L.A. is not home to me. It never will be, never could be. It’s dry and sprawling, full of sun-bleached buildings and strip malls. It bears no resemblance to the damp and mildewy place in which I live. But there are a handful of people I love who’ve managed to make Los Angeles their home, and so a few times a year, I head down there.
The term fish out of water isn’t strong enough. Try fish out of planet. It’s like the story of The Ugly Duckling if the duckling were, say, this little guy (and also, he never turns into a swan). Me and Los Angeles? We make no sense. I fumble through the city, a squishy mortal in possession of her original nose and a pair of barely-D-cups which have proven themselves not impervious to the ravages of time.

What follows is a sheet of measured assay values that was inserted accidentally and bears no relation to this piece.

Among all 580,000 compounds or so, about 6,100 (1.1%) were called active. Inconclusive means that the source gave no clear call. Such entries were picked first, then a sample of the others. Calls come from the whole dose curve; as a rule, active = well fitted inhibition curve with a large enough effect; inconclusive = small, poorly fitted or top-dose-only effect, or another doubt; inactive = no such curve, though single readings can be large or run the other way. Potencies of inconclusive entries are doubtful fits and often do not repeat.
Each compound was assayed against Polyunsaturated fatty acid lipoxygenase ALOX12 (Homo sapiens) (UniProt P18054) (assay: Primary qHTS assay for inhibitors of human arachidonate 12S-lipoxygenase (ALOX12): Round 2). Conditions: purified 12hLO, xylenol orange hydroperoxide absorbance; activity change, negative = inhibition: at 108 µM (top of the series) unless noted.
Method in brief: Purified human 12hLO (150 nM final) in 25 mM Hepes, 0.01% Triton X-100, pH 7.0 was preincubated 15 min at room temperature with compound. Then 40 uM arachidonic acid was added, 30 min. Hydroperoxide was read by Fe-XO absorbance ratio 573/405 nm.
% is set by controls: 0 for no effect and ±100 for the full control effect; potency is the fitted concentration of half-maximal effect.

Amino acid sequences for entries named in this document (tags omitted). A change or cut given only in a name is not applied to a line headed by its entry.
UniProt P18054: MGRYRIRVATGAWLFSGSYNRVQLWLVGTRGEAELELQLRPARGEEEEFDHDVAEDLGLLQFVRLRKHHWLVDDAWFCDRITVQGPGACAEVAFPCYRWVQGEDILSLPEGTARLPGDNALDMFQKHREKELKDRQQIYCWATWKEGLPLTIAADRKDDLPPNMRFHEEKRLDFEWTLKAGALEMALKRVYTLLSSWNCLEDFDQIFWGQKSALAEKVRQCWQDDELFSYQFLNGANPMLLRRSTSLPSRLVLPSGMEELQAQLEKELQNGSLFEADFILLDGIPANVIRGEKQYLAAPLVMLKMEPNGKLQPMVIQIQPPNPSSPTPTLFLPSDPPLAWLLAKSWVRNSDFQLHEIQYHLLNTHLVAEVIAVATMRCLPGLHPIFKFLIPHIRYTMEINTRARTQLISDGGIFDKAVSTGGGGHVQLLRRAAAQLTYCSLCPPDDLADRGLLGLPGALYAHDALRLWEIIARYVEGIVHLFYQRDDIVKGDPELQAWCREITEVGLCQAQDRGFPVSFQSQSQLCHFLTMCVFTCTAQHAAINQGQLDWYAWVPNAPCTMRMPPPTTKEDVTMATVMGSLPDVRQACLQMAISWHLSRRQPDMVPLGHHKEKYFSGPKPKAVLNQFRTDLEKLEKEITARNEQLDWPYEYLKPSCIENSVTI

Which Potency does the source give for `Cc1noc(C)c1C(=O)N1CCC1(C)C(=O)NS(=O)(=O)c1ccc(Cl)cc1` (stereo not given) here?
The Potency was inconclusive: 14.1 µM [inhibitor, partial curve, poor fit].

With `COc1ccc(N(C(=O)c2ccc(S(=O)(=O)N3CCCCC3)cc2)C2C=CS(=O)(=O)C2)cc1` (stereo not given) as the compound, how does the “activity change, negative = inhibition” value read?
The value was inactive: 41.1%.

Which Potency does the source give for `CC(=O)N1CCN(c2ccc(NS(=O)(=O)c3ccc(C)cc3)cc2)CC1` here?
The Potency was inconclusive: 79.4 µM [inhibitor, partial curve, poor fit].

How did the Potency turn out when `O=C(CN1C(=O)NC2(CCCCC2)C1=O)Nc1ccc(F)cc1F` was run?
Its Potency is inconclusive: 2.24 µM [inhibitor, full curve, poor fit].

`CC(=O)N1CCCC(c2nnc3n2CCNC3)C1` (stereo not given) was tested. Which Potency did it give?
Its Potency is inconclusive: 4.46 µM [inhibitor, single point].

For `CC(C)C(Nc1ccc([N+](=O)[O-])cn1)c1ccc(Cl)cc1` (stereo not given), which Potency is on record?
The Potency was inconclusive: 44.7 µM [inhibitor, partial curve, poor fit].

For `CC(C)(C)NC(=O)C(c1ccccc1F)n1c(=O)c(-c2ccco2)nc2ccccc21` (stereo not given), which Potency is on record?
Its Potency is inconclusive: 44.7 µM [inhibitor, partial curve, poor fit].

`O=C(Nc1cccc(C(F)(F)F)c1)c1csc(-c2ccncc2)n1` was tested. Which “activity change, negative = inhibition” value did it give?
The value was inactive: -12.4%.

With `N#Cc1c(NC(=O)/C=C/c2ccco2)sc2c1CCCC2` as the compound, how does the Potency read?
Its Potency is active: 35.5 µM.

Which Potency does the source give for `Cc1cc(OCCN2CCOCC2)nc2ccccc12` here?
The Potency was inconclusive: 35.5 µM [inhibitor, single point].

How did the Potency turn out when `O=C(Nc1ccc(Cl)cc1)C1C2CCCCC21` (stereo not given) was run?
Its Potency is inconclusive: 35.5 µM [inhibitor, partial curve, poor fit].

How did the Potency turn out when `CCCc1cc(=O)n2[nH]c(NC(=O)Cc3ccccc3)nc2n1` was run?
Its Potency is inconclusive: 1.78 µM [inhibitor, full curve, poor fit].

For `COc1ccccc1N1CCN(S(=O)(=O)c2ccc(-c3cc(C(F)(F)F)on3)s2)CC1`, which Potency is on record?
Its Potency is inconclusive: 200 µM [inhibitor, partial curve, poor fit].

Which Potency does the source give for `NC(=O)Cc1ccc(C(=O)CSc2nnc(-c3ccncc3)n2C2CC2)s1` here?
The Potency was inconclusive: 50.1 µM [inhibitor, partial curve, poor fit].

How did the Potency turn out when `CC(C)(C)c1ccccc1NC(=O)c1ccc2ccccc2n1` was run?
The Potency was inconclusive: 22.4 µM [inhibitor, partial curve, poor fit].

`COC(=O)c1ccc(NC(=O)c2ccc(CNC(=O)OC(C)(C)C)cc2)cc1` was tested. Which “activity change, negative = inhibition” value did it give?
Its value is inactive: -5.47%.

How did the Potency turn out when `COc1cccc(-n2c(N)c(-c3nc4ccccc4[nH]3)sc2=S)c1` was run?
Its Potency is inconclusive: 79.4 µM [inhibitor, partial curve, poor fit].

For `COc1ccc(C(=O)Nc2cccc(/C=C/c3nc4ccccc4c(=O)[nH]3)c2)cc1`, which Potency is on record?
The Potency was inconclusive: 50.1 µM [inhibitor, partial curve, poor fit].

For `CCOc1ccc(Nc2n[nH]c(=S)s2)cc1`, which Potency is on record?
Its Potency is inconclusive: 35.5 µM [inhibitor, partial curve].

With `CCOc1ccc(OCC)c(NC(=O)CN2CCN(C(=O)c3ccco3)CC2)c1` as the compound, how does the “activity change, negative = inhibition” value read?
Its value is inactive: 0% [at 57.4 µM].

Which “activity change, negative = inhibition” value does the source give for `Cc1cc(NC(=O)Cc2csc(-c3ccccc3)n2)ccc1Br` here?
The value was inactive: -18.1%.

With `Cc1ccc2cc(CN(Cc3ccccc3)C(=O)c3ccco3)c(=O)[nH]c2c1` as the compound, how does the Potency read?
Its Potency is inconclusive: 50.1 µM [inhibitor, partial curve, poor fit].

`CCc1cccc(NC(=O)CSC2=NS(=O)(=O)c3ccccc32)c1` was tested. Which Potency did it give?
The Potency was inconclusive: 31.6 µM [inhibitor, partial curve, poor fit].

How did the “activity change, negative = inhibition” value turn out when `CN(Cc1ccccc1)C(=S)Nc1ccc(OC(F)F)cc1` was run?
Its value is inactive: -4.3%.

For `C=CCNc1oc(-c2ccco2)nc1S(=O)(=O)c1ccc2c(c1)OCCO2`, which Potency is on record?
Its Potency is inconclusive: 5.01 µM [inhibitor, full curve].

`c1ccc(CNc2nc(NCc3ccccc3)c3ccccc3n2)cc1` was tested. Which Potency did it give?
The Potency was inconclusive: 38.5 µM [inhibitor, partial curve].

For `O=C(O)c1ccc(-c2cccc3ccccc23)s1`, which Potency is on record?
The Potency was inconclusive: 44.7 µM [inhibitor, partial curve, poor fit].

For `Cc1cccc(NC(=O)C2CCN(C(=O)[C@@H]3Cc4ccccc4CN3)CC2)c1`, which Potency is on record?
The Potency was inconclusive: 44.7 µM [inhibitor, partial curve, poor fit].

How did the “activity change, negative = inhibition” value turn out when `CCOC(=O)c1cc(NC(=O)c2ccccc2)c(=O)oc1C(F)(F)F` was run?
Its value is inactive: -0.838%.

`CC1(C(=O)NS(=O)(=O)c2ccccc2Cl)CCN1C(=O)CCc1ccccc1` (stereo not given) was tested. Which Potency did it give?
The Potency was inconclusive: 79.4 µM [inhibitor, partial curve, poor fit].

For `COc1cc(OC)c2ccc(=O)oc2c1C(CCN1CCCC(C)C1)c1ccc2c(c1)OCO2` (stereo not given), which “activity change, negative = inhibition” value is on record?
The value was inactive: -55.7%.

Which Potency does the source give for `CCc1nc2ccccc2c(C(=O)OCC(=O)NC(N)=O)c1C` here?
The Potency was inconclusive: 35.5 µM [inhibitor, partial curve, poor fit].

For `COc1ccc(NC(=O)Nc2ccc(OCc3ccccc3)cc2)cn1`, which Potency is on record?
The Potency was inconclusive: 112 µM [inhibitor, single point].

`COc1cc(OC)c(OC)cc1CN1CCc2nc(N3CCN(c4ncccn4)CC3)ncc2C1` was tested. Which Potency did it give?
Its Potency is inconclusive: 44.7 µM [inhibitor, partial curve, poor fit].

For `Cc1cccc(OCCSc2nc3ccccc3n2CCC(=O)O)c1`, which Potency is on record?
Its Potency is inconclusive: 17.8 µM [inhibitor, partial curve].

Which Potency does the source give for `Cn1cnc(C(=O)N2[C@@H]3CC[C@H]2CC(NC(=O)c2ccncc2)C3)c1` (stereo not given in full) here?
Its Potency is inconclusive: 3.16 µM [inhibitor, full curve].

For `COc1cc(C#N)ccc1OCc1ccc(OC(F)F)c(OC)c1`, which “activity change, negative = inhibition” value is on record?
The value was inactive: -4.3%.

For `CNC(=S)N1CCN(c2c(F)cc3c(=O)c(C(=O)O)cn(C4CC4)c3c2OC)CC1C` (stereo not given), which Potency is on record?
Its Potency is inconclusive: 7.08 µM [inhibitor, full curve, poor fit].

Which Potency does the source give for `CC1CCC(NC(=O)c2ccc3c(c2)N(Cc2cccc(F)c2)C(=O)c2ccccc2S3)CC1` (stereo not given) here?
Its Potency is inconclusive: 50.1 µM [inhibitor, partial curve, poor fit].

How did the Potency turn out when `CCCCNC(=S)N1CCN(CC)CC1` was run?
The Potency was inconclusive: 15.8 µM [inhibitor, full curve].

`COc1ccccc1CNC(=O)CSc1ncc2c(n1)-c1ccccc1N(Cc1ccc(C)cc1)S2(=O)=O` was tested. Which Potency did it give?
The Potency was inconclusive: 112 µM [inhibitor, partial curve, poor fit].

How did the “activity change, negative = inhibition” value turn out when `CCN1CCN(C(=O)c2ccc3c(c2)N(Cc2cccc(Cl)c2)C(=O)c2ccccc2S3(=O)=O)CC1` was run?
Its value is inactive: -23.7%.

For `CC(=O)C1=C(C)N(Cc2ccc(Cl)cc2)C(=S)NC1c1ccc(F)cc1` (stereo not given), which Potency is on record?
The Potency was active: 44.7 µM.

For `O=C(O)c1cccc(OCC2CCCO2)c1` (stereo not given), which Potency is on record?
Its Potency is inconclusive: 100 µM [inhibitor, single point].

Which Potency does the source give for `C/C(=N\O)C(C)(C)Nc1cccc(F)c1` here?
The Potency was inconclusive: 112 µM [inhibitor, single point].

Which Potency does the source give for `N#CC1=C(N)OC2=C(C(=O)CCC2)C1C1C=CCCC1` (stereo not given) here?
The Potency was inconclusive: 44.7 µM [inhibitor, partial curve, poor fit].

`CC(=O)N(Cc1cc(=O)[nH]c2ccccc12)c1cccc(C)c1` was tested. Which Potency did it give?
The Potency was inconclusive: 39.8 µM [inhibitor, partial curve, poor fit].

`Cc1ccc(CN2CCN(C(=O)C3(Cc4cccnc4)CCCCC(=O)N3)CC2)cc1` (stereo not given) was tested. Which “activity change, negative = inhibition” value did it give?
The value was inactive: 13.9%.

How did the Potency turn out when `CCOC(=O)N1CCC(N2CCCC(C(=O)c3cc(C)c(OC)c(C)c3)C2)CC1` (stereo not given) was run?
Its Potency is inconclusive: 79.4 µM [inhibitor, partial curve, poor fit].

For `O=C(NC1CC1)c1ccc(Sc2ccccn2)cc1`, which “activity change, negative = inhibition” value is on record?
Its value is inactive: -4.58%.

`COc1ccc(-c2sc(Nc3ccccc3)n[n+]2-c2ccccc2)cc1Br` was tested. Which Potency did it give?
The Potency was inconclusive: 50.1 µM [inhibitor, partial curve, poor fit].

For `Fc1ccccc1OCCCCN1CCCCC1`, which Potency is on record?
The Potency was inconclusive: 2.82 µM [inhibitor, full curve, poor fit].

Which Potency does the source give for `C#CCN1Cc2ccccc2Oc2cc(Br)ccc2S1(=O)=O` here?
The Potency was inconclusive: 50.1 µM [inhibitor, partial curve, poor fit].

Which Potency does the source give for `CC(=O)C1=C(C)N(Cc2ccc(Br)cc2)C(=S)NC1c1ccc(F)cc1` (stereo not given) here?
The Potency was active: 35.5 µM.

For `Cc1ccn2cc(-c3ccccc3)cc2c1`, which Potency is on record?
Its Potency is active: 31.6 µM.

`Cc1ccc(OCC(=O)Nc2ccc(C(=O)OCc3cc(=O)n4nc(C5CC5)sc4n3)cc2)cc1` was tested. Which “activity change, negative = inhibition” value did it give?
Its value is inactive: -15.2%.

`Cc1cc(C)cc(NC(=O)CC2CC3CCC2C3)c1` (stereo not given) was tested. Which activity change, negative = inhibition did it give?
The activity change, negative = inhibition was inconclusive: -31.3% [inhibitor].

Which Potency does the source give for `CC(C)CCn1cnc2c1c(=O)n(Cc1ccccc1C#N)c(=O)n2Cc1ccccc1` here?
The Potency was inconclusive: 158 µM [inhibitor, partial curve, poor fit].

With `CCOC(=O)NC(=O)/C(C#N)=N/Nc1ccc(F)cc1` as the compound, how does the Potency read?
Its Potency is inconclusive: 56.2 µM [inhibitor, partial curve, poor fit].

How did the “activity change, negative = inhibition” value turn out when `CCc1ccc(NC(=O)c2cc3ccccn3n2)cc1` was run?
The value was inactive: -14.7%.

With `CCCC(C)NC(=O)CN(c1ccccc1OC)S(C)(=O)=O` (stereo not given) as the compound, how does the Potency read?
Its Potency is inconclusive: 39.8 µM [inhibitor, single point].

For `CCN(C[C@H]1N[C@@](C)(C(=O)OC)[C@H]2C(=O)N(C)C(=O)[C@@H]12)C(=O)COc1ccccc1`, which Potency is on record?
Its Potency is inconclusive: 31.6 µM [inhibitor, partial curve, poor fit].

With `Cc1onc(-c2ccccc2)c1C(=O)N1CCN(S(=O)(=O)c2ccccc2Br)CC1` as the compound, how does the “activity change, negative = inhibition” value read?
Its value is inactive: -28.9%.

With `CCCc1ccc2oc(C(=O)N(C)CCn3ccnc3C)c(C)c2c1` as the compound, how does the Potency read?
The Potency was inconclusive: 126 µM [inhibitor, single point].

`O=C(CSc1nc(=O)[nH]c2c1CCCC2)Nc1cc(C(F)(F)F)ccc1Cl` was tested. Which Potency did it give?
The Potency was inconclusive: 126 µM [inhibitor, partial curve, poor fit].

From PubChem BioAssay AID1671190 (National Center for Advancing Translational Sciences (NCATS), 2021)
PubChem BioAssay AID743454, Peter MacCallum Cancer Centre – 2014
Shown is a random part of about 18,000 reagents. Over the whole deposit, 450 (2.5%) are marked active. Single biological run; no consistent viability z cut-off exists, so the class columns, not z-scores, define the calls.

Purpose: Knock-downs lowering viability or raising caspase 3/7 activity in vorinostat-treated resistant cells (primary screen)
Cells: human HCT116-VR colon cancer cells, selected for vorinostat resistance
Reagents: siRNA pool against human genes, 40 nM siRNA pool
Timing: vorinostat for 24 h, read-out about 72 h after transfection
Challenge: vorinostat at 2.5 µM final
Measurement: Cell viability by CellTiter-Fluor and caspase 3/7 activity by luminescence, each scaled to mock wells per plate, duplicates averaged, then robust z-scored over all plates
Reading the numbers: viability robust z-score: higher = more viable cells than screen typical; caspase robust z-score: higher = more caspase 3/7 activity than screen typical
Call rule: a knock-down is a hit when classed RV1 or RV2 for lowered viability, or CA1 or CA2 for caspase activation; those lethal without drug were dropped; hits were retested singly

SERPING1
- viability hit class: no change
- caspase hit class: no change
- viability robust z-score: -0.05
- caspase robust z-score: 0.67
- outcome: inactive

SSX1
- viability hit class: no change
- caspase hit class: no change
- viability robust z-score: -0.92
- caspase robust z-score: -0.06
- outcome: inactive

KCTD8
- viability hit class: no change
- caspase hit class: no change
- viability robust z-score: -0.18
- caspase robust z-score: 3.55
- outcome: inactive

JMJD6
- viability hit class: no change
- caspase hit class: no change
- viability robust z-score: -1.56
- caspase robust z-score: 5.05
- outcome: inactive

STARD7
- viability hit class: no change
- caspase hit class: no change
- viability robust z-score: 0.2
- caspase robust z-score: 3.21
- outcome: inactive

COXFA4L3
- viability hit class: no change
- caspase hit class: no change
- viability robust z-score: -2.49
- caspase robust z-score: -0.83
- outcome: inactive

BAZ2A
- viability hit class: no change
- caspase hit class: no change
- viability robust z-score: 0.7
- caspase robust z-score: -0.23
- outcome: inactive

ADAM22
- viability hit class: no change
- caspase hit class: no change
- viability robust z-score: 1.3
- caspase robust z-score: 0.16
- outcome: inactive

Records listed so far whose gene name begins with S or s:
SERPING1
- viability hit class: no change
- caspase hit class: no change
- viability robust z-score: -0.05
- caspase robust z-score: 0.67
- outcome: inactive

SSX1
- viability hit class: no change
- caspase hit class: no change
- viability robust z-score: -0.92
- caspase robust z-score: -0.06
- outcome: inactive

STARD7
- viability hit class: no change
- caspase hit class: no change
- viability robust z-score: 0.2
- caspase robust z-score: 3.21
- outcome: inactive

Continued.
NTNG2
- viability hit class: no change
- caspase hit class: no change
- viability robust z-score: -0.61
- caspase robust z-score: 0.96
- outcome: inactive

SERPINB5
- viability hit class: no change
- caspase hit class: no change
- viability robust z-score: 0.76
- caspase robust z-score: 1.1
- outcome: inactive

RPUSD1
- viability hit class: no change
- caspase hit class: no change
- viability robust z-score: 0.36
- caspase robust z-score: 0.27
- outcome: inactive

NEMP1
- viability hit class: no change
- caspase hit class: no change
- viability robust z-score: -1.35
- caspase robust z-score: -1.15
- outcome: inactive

I am not comfortable in Los Angeles, save for one place: The Getty Center.
There, I am at home. Perched on a hill above L.A., surrounded by visiting college students from Asia, clusters of German tourists, families, and a sprinkling of white-haired, opinionated old ladies from Jersey who hate everything, I am completely in my element.